We hear a great deal these days about the need for greater empathy.  We see our institutions—indeed, our very existence—threatened by our individual and collective inability to see the world through others’ eyes.  Some wonder if such a thing is even possible.  Some argue that it is enough simply to acknowledge and honor others’ perceptions, regardless of whether we can understand or identify with them, because all humans are entitled to that much.  Given how self-centered human beings are, that seems a lot to wish for.  Still, I have hope.  I believe we will endure, despite our tendency to make the same mistakes over and over, and despite our persistent inability to recognize the things that most matter until we lose them.  Those are emotional and intellectual failures that we may learn to overcome, or not.

But the body knows.  It signals dread to the heart and hamstrings long before the object of fear appears, and its skin prickles with desire long before the mind fixes on an object.  It says “run” and “seek,” even when mounded up on the couch, watching a seventh straight episode of Project Runway, season 12.  Despite the twin pillars of fear and laziness that shape so many of our decisions, it drags us along, demanding interface.  Regardless of our impulse to curse those who do not conform with our ideal of behavior, it forces our eyes to meet the glance of strangers, if only for a moment, seeking some sort of meaningful connection.  Irrespective of our persistent vision of a future cocooned in comfort and surrounded by lovers, family, friends, and well-wishers, our bodies demand adventures of the senses, whether at the top of a mountain or at the bottom of a bag of Doritos (and if you call that comfort eating, ask yourself why you don’t stop until you feel sick).

The body’s way of knowing—which is to say, through the friction and vibrations of the senses—pushes us to speak when it would be better to keep our mouths shut, to engage when it would be easier to retreat, and to direct our attention, and by turns our feelings, toward those who suffer and want, even as our brains try to convince us that whatever action we might take would be inconsequential in the grand scheme of things.   Our bodies know, perhaps because they are more immediately part of the grand scheme of things than our measly brains.  If experience is experiment, they are the lab and its apparatus.  The results they present are the facts.  All our brains can do is posit theories about them.

Which is not to say our bodies know better.  They have a limited view, and lack imagination.  They feel, and translate that feeling into knowledge, relying on our brains to draw out kernels of wisdom and insight.  But where brains drift and doubt, unsure whether to apply the curious fork to wall socket or feast, bodies are persistent, and insistent.  They insist on identifying and prioritizing our needs.  Indeed, they help us to survive, when our brains are occupied elsewhere, by warning us against the chaos of the electric current, and driving us toward the communal table.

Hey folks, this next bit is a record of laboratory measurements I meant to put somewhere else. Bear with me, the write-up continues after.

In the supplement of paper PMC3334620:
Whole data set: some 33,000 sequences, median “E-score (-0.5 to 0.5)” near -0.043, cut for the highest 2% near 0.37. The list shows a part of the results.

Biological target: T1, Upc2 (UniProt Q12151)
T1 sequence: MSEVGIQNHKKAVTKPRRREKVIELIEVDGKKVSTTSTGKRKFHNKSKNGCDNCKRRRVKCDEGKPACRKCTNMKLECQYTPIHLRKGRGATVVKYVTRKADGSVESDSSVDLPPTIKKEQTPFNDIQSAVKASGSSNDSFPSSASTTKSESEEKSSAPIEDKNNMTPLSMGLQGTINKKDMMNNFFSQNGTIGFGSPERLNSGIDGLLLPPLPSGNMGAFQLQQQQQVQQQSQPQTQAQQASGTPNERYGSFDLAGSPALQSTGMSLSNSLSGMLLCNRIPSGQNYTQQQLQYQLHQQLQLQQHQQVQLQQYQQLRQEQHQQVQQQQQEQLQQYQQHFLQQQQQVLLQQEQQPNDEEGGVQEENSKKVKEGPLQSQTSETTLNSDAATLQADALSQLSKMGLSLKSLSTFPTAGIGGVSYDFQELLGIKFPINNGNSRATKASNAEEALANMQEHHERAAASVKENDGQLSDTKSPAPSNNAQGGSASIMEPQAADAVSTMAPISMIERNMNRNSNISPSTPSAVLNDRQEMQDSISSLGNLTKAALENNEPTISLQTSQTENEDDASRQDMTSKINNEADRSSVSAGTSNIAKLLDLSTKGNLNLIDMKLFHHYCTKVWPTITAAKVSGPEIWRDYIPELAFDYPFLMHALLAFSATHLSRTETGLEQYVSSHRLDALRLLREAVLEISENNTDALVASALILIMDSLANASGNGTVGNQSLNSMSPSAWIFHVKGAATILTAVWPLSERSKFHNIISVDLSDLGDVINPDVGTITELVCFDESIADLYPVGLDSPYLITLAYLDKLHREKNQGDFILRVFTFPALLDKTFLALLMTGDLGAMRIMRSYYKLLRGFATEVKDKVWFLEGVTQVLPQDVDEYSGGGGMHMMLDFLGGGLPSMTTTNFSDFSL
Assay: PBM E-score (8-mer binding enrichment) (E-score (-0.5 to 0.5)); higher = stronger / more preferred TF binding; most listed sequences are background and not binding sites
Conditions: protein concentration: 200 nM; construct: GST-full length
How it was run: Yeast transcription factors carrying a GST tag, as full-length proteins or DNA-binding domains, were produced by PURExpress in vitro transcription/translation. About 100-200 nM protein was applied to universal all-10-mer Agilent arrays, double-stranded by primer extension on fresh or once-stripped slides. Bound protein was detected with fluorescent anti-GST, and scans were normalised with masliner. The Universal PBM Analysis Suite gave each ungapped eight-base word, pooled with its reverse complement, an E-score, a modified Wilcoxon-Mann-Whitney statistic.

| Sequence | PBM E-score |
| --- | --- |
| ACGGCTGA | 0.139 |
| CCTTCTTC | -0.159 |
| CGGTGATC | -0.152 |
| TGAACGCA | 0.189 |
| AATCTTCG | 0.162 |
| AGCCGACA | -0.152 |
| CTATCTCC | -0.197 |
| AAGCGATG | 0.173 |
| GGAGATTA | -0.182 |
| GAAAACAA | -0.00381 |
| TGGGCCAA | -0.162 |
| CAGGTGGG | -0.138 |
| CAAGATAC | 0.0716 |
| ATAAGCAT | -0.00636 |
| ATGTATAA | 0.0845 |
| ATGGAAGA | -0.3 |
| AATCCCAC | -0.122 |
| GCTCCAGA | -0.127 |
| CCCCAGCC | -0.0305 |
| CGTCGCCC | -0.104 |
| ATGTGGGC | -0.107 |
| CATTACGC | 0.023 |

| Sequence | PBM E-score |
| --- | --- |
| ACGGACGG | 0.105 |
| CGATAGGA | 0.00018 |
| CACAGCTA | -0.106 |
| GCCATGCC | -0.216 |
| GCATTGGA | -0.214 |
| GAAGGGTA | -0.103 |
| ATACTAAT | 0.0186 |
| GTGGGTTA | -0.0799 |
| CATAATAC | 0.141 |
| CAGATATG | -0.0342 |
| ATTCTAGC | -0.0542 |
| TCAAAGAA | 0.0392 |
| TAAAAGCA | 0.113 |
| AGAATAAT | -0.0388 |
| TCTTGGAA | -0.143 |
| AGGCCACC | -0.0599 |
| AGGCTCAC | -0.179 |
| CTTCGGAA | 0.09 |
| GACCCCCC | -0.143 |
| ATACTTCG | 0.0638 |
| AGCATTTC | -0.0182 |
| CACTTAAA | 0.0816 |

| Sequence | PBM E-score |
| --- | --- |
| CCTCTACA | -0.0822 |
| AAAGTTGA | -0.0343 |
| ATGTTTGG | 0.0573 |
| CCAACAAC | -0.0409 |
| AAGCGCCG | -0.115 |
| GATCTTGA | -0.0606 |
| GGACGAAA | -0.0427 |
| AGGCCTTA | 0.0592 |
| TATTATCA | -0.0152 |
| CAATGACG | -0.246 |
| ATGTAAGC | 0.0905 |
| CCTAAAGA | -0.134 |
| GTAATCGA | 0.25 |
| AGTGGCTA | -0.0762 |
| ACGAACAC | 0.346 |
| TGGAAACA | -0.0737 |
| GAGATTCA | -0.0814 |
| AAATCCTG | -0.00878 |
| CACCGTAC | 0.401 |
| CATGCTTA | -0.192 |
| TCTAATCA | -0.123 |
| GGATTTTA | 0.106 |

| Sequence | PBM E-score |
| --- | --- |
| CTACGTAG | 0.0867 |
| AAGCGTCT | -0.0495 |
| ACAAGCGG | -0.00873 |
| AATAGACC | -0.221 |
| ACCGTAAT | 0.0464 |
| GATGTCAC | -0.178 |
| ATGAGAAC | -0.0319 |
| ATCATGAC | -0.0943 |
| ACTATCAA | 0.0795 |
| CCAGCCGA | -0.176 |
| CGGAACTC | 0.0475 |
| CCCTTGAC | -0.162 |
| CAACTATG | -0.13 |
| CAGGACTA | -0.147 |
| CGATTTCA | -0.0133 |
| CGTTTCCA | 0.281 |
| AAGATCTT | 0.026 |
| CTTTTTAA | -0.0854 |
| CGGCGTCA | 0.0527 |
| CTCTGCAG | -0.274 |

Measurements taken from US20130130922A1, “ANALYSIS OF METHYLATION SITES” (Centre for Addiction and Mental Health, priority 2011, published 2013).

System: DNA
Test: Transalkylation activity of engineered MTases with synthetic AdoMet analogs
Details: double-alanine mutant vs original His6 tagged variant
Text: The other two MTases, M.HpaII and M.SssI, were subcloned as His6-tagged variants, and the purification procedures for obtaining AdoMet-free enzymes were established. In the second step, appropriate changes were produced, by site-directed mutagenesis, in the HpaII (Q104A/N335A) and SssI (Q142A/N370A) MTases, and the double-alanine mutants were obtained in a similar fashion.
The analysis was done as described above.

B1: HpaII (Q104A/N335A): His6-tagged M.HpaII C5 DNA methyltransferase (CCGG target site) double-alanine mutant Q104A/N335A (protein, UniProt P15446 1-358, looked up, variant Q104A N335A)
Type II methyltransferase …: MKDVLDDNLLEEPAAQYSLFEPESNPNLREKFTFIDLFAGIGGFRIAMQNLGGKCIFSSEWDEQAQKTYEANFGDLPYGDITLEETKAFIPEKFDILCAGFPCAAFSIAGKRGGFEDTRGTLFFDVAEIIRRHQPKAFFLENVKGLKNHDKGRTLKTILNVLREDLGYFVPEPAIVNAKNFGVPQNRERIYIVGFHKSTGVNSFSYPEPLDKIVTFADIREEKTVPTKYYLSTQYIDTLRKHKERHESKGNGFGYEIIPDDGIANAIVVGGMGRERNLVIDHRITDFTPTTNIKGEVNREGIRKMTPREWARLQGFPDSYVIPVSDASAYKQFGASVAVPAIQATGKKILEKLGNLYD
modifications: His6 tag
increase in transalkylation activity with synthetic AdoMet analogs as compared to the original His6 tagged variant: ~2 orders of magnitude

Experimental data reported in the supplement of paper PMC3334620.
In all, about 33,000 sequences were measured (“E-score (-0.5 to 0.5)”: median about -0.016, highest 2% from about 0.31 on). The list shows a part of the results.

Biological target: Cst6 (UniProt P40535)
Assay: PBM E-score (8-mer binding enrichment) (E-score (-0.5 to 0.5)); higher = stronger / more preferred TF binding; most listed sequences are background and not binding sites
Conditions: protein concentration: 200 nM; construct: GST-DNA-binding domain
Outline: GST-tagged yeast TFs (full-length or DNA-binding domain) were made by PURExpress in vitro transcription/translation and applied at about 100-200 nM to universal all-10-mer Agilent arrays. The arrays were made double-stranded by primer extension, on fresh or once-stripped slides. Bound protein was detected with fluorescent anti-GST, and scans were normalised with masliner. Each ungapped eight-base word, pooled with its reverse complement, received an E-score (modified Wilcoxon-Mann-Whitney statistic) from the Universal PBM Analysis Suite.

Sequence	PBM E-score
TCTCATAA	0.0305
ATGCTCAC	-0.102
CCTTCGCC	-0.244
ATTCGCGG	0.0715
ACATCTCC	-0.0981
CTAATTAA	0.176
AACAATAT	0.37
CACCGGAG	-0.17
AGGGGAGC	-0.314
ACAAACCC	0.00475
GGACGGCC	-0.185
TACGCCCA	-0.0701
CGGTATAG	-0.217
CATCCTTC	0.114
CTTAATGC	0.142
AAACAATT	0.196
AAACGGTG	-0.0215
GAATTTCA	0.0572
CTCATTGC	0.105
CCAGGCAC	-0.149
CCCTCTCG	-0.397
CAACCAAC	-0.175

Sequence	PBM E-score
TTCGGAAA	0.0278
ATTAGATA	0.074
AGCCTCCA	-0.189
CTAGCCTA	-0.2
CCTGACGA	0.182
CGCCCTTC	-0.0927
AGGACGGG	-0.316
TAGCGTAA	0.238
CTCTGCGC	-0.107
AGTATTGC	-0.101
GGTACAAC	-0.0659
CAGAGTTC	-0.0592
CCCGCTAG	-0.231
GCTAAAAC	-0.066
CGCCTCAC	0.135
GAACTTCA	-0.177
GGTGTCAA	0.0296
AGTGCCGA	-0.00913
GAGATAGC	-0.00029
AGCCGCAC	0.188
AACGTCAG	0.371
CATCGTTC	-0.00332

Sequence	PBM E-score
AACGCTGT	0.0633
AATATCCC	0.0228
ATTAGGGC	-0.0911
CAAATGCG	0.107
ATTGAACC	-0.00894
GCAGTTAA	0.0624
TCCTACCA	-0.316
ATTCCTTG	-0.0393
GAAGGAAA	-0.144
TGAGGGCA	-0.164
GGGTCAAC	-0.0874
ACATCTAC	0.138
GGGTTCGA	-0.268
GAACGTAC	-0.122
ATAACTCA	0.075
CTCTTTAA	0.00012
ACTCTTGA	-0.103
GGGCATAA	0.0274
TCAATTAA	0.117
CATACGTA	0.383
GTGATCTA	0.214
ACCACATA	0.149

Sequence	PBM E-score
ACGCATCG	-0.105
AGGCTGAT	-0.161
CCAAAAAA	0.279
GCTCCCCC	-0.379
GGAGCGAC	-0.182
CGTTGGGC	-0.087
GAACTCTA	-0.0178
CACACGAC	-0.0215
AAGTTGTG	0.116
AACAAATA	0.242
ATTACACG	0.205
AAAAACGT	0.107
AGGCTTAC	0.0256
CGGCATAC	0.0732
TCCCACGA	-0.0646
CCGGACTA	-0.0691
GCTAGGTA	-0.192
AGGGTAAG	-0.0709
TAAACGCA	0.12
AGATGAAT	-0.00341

So doing, our bodies help us to learn to live with each other, to recognize how our needs and the needs of the collective are one.  As our minds prompt us to run from the danger we perceive in others, our bodies remind us that safety and comfort can only be found in others.

All to say, I suspect empathy isn’t about transcending the self, but embodying it. And that what saves us in the end may not be our ability to love others, but our need to be loved.

A Reaction to The Metropolitan Museum of Art’s exhibit “Michelangelo: Divine Draftsman & Designer” - Christina Carlson

The Metropolitan Museum of Art just recently closed its exhibition Michelangelo: Divine Draftsman & Designer. For four months, huge crowds flocked to the museum to see the exhibit, which was hailed as one of the most comprehensive collections of the artist’s drawings ever assembled. On a rainy Wednesday at the end of its run at the Met, I went to check out the exhibit for myself—despite the weather and the fact that it was a weekday in the off-season, the place was still packed with people hoping to catch a glimpse of the master’s work while they still had the chance.

I always want to love exhibits of this size and significance, want to be able to say I love them. But in this case I just can’t. Yes, I was impressed with the sheer volume of material collected in one place. There were some individual works I found myself drawn to: a sketch of a staircase that never got built, a doodle of a dragon with its head turned in on itself, a drawing of the death of Cleopatra. I felt educated by the detailed descriptions of the plans for the Sistine Chapel, and I was amused at the peek the exhibit afforded of Michelangelo as teacher—seems even the greatest among us sometimes feel frustration at trying to teach their craft to others.

But, at the risk of sounding like a complete philistine, I admit, I was underwhelmed.  Maybe it was the inclusion of so many works by Michelangelo’s teachers, students and contemporaries. Maybe it was the visual overload from just too much red chalk. Maybe it was a function of quantity over quality, the sheer volume demanding the viewer look at everything, when the percentage of true standout pieces was relatively small. Maybe it was because I was damp and being jostled by a lot of tourists. Whatever it was, I didn’t love it.

And then in the final gallery, I got some possible insight into my nagging disappointment. At the very end of the exhibit, there was a panel that explained that, after his death, Michelangelo wanted all his drawings destroyed so that they would never be exhibited publically—he only wanted audiences to see the final perfection of his work.  Pardon me? So then why exactly had the Met just led me through a half-dozen galleries looking at exactly the kinds of works Michelangelo never wanted seen?! I felt implicated somehow, unwittingly complicit in the exposure of the master’s imperfection. And I wasn’t happy about it. Has the man not earned the right to decide how he wants to be represented?